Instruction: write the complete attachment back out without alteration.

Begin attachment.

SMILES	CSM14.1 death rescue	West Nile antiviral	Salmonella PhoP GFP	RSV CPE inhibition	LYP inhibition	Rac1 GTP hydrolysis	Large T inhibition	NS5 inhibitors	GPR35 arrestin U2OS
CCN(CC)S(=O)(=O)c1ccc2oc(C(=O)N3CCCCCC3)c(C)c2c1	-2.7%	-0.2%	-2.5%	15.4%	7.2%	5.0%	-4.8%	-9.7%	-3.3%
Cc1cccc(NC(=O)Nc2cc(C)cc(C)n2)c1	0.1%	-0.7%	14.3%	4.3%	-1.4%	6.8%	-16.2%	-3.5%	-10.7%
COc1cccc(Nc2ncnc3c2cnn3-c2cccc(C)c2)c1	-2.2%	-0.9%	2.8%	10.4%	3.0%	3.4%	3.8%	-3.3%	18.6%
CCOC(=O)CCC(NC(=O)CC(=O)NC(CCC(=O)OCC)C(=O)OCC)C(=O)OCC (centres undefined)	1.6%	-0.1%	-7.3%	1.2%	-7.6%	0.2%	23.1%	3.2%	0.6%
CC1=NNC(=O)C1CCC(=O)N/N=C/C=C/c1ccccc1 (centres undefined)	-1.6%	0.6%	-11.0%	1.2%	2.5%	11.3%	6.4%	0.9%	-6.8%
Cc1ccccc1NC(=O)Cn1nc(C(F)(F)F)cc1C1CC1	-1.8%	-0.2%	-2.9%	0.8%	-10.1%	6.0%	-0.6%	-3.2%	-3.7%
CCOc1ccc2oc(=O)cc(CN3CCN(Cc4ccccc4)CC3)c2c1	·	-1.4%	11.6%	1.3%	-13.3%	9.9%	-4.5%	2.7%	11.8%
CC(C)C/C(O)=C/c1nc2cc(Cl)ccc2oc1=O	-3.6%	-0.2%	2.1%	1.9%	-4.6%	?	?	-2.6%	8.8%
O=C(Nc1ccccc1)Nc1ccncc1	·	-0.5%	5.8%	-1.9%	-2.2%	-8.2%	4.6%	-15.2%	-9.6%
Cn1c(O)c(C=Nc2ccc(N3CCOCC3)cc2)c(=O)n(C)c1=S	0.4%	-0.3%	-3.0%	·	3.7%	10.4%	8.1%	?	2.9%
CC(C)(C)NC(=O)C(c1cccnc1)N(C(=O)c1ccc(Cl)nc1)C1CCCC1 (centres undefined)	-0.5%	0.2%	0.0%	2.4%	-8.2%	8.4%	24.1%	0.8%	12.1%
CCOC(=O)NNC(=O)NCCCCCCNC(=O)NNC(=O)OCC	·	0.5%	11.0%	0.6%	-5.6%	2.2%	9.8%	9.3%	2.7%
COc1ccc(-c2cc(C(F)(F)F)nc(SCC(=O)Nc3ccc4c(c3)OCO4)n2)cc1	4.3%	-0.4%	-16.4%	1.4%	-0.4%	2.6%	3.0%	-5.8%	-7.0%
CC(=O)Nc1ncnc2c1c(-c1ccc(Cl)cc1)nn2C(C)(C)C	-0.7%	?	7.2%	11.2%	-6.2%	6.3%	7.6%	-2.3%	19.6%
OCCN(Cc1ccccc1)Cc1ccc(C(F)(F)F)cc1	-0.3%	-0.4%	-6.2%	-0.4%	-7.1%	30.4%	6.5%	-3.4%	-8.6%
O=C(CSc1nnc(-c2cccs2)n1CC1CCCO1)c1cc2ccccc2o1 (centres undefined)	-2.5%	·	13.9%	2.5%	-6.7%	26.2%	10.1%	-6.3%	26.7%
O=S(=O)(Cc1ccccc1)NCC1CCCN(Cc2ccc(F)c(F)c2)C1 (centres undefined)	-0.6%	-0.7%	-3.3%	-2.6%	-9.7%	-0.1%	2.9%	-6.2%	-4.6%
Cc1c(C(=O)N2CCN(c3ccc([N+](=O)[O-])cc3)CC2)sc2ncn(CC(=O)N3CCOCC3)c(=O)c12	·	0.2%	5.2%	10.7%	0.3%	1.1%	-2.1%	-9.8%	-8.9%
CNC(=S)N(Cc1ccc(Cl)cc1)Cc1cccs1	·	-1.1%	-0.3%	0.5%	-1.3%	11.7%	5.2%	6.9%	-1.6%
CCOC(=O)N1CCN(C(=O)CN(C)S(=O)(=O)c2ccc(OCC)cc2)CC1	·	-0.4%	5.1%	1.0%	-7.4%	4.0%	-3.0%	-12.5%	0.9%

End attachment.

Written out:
SMILES	CSM14.1 death rescue	West Nile antiviral	Salmonella PhoP GFP	RSV CPE inhibition	LYP inhibition	Rac1 GTP hydrolysis	Large T inhibition	NS5 inhibitors	GPR35 arrestin U2OS
CCN(CC)S(=O)(=O)c1ccc2oc(C(=O)N3CCCCCC3)c(C)c2c1	-2.7%	-0.2%	-2.5%	15.4%	7.2%	5.0%	-4.8%	-9.7%	-3.3%
Cc1cccc(NC(=O)Nc2cc(C)cc(C)n2)c1	0.1%	-0.7%	14.3%	4.3%	-1.4%	6.8%	-16.2%	-3.5%	-10.7%
COc1cccc(Nc2ncnc3c2cnn3-c2cccc(C)c2)c1	-2.2%	-0.9%	2.8%	10.4%	3.0%	3.4%	3.8%	-3.3%	18.6%
CCOC(=O)CCC(NC(=O)CC(=O)NC(CCC(=O)OCC)C(=O)OCC)C(=O)OCC (centres undefined)	1.6%	-0.1%	-7.3%	1.2%	-7.6%	0.2%	23.1%	3.2%	0.6%
CC1=NNC(=O)C1CCC(=O)N/N=C/C=C/c1ccccc1 (centres undefined)	-1.6%	0.6%	-11.0%	1.2%	2.5%	11.3%	6.4%	0.9%	-6.8%
Cc1ccccc1NC(=O)Cn1nc(C(F)(F)F)cc1C1CC1	-1.8%	-0.2%	-2.9%	0.8%	-10.1%	6.0%	-0.6%	-3.2%	-3.7%
CCOc1ccc2oc(=O)cc(CN3CCN(Cc4ccccc4)CC3)c2c1	·	-1.4%	11.6%	1.3%	-13.3%	9.9%	-4.5%	2.7%	11.8%
CC(C)C/C(O)=C/c1nc2cc(Cl)ccc2oc1=O	-3.6%	-0.2%	2.1%	1.9%	-4.6%	?	?	-2.6%	8.8%
O=C(Nc1ccccc1)Nc1ccncc1	·	-0.5%	5.8%	-1.9%	-2.2%	-8.2%	4.6%	-15.2%	-9.6%
Cn1c(O)c(C=Nc2ccc(N3CCOCC3)cc2)c(=O)n(C)c1=S	0.4%	-0.3%	-3.0%	·	3.7%	10.4%	8.1%	?	2.9%
CC(C)(C)NC(=O)C(c1cccnc1)N(C(=O)c1ccc(Cl)nc1)C1CCCC1 (centres undefined)	-0.5%	0.2%	0.0%	2.4%	-8.2%	8.4%	24.1%	0.8%	12.1%
CCOC(=O)NNC(=O)NCCCCCCNC(=O)NNC(=O)OCC	·	0.5%	11.0%	0.6%	-5.6%	2.2%	9.8%	9.3%	2.7%
COc1ccc(-c2cc(C(F)(F)F)nc(SCC(=O)Nc3ccc4c(c3)OCO4)n2)cc1	4.3%	-0.4%	-16.4%	1.4%	-0.4%	2.6%	3.0%	-5.8%	-7.0%
CC(=O)Nc1ncnc2c1c(-c1ccc(Cl)cc1)nn2C(C)(C)C	-0.7%	?	7.2%	11.2%	-6.2%	6.3%	7.6%	-2.3%	19.6%
OCCN(Cc1ccccc1)Cc1ccc(C(F)(F)F)cc1	-0.3%	-0.4%	-6.2%	-0.4%	-7.1%	30.4%	6.5%	-3.4%	-8.6%
O=C(CSc1nnc(-c2cccs2)n1CC1CCCO1)c1cc2ccccc2o1 (centres undefined)	-2.5%	·	13.9%	2.5%	-6.7%	26.2%	10.1%	-6.3%	26.7%
O=S(=O)(Cc1ccccc1)NCC1CCCN(Cc2ccc(F)c(F)c2)C1 (centres undefined)	-0.6%	-0.7%	-3.3%	-2.6%	-9.7%	-0.1%	2.9%	-6.2%	-4.6%
Cc1c(C(=O)N2CCN(c3ccc([N+](=O)[O-])cc3)CC2)sc2ncn(CC(=O)N3CCOCC3)c(=O)c12	·	0.2%	5.2%	10.7%	0.3%	1.1%	-2.1%	-9.8%	-8.9%
CNC(=S)N(Cc1ccc(Cl)cc1)Cc1cccs1	·	-1.1%	-0.3%	0.5%	-1.3%	11.7%	5.2%	6.9%	-1.6%
CCOC(=O)N1CCN(C(=O)CN(C)S(=O)(=O)c2ccc(OCC)cc2)CC1	·	-0.4%	5.1%	1.0%	-7.4%	4.0%	-3.0%	-12.5%	0.9%